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Friday, 29 June 2012

Diamonds are forever

Life is full of disappointments. English football, banks, politicians, the second kiss, the taste after the smell of fresh coffee. We rub along, picking up small bouquets on the way to sweeten the stench of life's let-downs. But some disappointments are too big, too much, too unredeemable to go unrecorded. Into this category sits "Prometheus". 

Despite the mixed reviews - and some were pretty scathing - I had high expectations for this film. Why not? The man who brought us "Alien”, “Blade Runner" and "Thelma and Louise", must have produced something worthwhile on returning to alien country.  

I had my doubts during the opening shots - over mountains, forests, and waterfalls - homing in on this humanoid that drinks what looks like tacky Marmite and crumbles before our eyes, his DNA washed into the sea. The falling apart bit was quite good, but it smacked of some deep meaning; and block busters and deep meanings don't sit well together - just recall Avatar. 

Ancient cave drawings of men worshipping visitors from the stars - all indicating one planetary system out there! And so off into deepest, deep space in a ship that had been retro fitted with Lego bricks and Meccano cast offs our assorted cast amble. Certainly not “Boldly going..”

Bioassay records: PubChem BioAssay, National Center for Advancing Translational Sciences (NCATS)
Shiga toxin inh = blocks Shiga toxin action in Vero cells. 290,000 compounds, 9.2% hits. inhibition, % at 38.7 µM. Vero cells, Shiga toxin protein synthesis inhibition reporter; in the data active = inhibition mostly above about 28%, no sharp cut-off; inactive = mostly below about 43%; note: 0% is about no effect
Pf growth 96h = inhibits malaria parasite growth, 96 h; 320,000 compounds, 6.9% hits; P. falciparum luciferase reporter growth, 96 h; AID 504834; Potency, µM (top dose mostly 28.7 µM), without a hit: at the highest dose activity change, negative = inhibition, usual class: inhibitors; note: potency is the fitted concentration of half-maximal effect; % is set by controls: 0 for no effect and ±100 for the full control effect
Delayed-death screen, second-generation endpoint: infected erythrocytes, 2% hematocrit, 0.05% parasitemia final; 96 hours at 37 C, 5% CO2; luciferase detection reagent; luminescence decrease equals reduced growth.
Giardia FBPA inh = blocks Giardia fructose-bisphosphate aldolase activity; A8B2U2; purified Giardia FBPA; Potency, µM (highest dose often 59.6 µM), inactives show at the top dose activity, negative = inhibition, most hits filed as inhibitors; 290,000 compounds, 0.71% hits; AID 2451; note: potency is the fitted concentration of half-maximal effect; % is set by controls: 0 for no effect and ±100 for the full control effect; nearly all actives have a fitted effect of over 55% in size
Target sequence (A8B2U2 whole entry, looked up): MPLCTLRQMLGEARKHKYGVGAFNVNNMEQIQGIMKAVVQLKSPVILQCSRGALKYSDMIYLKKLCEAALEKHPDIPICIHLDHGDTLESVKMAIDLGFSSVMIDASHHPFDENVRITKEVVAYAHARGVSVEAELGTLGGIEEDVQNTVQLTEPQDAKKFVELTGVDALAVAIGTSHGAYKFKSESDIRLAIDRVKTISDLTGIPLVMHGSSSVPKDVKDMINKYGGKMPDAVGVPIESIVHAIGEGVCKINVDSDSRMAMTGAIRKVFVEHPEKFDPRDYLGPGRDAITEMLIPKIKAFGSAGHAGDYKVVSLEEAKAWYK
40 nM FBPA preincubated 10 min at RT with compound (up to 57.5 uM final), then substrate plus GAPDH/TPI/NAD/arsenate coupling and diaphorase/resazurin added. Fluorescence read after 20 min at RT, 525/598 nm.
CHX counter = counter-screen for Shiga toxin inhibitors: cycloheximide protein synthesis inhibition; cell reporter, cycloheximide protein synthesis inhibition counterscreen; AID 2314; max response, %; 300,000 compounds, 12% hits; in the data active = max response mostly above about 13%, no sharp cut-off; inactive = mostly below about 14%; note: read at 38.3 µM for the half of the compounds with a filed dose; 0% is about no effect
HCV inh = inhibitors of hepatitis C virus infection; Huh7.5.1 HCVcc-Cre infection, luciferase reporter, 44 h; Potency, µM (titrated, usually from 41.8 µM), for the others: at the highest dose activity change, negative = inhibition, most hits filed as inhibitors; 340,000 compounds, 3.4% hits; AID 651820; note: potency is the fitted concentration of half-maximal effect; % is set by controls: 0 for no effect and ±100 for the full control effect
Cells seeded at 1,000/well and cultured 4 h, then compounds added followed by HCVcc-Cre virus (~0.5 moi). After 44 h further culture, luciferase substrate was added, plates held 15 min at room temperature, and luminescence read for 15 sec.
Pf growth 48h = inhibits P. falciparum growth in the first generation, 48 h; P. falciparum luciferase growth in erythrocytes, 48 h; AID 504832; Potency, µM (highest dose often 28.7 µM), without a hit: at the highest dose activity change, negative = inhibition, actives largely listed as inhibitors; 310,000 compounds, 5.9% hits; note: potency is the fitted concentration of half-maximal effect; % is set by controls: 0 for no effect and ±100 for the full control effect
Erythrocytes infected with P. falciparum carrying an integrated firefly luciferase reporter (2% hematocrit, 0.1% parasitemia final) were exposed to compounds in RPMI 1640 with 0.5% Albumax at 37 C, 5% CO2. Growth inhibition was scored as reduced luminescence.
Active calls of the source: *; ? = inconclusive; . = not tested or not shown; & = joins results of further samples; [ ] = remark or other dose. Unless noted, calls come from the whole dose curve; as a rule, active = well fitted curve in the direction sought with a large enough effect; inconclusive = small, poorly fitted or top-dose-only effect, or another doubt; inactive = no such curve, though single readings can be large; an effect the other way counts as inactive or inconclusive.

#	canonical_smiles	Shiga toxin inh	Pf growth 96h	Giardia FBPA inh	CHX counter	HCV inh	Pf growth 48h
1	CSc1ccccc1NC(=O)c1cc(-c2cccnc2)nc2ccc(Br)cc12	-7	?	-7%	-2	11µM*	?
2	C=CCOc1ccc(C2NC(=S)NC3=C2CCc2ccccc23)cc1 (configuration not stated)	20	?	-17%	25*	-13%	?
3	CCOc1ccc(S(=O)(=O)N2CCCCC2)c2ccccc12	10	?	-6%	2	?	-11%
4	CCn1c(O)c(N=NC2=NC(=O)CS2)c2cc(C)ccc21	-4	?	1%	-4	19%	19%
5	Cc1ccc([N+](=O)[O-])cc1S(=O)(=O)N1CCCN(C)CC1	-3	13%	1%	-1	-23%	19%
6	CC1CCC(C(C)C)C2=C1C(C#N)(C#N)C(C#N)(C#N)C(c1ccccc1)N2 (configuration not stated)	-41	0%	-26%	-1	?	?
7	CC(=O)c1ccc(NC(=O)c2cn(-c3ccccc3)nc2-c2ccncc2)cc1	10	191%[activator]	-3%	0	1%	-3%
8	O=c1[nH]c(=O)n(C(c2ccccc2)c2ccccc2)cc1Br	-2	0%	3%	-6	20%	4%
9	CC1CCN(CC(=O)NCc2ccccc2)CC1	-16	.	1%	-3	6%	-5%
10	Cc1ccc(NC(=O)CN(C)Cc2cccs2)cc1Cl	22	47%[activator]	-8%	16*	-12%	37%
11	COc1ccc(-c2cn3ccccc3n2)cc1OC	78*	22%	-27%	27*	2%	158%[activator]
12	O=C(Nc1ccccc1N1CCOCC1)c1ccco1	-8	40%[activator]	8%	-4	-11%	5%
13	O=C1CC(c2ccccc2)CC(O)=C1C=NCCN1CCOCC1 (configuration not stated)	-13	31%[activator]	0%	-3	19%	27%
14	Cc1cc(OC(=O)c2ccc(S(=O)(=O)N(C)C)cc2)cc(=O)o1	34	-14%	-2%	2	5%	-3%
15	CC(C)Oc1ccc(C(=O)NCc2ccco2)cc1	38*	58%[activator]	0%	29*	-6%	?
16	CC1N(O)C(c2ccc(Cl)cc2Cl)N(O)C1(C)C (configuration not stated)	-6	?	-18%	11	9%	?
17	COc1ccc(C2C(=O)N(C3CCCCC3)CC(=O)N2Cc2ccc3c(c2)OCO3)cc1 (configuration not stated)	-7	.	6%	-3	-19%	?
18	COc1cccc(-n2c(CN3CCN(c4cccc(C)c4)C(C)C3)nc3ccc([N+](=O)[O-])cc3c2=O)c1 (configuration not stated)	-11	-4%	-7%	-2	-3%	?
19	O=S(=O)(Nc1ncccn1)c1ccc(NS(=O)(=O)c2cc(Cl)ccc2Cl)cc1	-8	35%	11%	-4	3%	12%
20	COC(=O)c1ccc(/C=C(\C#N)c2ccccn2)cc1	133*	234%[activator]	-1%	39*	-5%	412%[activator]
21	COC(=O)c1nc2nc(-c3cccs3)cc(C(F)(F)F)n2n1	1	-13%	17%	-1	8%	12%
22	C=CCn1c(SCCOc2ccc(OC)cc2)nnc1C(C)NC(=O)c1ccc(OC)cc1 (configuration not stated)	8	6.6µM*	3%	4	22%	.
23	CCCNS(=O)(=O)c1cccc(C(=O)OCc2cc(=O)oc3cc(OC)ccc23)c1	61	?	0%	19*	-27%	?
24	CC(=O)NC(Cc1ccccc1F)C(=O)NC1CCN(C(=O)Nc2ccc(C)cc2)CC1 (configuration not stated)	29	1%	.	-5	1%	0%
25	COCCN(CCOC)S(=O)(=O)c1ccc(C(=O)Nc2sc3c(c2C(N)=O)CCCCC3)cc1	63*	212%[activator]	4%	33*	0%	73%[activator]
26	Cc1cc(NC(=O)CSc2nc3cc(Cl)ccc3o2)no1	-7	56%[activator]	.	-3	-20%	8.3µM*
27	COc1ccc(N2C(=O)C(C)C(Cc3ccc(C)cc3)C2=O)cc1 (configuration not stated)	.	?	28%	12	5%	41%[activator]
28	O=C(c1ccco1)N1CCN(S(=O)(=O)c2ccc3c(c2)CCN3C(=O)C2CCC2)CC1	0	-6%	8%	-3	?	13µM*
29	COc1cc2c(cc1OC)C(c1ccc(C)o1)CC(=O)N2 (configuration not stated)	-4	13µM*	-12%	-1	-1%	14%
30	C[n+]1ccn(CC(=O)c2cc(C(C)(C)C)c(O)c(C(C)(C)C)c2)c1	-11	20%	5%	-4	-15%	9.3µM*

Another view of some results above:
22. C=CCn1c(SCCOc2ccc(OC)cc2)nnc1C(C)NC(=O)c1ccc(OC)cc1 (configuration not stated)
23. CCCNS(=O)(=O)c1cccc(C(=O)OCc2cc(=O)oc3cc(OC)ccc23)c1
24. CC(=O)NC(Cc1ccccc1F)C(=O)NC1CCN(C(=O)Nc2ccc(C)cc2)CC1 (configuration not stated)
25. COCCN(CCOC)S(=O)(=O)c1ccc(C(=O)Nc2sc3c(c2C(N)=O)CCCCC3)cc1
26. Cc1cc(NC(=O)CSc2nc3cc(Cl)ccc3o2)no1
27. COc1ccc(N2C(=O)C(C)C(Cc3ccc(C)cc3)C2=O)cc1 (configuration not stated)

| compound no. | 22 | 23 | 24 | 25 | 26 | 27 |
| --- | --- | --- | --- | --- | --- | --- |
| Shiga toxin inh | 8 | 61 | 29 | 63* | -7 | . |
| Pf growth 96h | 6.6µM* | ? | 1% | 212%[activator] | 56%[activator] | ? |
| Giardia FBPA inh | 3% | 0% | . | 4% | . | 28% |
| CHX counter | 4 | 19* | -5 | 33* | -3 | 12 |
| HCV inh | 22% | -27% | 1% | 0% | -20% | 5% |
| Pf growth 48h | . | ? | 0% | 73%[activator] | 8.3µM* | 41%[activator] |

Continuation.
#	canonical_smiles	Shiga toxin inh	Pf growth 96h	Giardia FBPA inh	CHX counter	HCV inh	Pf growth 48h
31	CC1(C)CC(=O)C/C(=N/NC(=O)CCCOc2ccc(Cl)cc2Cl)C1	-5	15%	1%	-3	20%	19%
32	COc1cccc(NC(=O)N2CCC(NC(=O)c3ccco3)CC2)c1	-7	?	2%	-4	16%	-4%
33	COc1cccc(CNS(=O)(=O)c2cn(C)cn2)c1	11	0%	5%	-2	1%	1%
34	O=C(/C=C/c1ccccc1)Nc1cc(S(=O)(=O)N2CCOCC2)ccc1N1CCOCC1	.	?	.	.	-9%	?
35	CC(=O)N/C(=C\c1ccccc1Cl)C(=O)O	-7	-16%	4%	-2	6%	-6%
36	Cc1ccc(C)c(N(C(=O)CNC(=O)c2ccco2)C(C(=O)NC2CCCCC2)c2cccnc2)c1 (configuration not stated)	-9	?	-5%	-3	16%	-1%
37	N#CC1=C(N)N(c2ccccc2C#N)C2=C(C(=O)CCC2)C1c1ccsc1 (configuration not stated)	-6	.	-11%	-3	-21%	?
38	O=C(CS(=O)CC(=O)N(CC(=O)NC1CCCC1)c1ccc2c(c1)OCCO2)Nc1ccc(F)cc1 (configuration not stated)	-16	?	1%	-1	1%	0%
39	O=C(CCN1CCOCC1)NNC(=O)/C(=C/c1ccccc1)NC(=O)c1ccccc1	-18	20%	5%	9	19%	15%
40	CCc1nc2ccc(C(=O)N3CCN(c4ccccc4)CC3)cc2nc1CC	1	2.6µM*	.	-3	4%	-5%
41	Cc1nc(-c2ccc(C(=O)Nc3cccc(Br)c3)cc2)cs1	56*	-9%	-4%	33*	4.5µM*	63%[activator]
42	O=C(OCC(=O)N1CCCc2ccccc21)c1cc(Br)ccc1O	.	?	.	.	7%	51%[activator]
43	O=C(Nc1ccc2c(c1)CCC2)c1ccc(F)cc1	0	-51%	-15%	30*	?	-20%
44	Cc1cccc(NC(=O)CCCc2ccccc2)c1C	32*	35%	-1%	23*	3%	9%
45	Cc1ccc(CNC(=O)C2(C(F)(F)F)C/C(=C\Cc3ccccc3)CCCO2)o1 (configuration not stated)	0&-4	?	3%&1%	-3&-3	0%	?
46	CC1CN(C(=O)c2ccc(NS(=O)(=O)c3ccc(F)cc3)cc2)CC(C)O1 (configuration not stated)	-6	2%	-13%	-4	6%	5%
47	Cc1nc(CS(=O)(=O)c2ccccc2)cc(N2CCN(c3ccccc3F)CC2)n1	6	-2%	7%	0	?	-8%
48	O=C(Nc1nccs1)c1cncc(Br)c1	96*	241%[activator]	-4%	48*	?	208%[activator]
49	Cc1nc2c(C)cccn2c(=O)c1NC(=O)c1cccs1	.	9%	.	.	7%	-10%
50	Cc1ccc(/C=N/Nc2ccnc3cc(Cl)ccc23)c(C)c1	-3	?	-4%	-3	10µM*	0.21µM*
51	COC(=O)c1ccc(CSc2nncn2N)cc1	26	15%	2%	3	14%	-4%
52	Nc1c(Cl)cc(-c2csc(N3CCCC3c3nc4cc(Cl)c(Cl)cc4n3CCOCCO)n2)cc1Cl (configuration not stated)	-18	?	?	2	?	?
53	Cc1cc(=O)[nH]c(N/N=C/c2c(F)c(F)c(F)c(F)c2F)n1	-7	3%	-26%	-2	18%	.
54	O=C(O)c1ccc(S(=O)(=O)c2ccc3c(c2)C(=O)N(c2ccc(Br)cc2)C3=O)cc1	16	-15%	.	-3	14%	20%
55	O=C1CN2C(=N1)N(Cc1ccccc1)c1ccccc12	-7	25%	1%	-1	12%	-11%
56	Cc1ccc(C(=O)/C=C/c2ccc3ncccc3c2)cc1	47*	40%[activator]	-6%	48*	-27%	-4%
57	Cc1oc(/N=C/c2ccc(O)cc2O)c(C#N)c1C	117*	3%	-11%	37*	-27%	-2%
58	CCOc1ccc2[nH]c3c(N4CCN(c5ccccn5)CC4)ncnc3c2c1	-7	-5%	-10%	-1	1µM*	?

I won't go into detail and spoil the plot - there wasn't one. The film was an amalgam – that's the arty word – it was a mess. You had bits of the “Fifth Element” – mystical bit; bits from Avatar – sweeping 3D shots, lots of decent photography, “Predator” and weirdest of all echoes of Jurassic Park – weird, mad trillionaire businessman.  

Even the self referencing was rather naff. The Michael Fassbender character – an android – loses his head. I swear it was at the same angle on the floor as the severed android heads in “Alien” and “Aliens”.  

Where “Alien” and “Aliens” were claustrophobic in the extreme, this took place in huge echoing chambers. Whereas the crew's spaceship in "Alien" was a believable mass of metal and steam this was like the Starship Enterprise without the humour. 

The film had no idea what it was meant to be about. It comes to a pretty pass when the director has to have a downed alien vessel – at least half a mile in diameter - cart wheeling across the landscape with two survivors trying to get out of the way. One the “good girl” the other “pretty, but expendable" and in any case the daughter of the crazed trillionaire. And, of course, the baddy gets crushed – with close-up of anguished look on face as a zillion tons of metal roll over her. How predictable! 

Worst of all, you couldn’t engage with any of the characters. In “Alien” and “Aliens” I felt sorry for most of the crew and was cheering Ripley on as she confronted the motherfucking bitch of a monster. Here, nothing. So they got blasted, mashed, and crushed – so what!

In short the film reminded me of Microsoft’s attempts to catch up with Apple and failing miserably.  


Steve said...

You had me up until Leggo bricks. As a lifelong devotee of the studded plastic brick I must point out in high dudgeon that it is Lego bricks.

Marginalia said...

Steve, 50,000 apologies!

Anonymous said...

So you didn't enjoy it then?

Marginalia said...

Dear Anon, now I didn't say that.

Anonymous said...

Sorry I misread the subtlety and nuance of your review.

Phil Attio said...

The second kiss? You were lucky to get one mate!

Marginalia said...

Dear Phil, I know.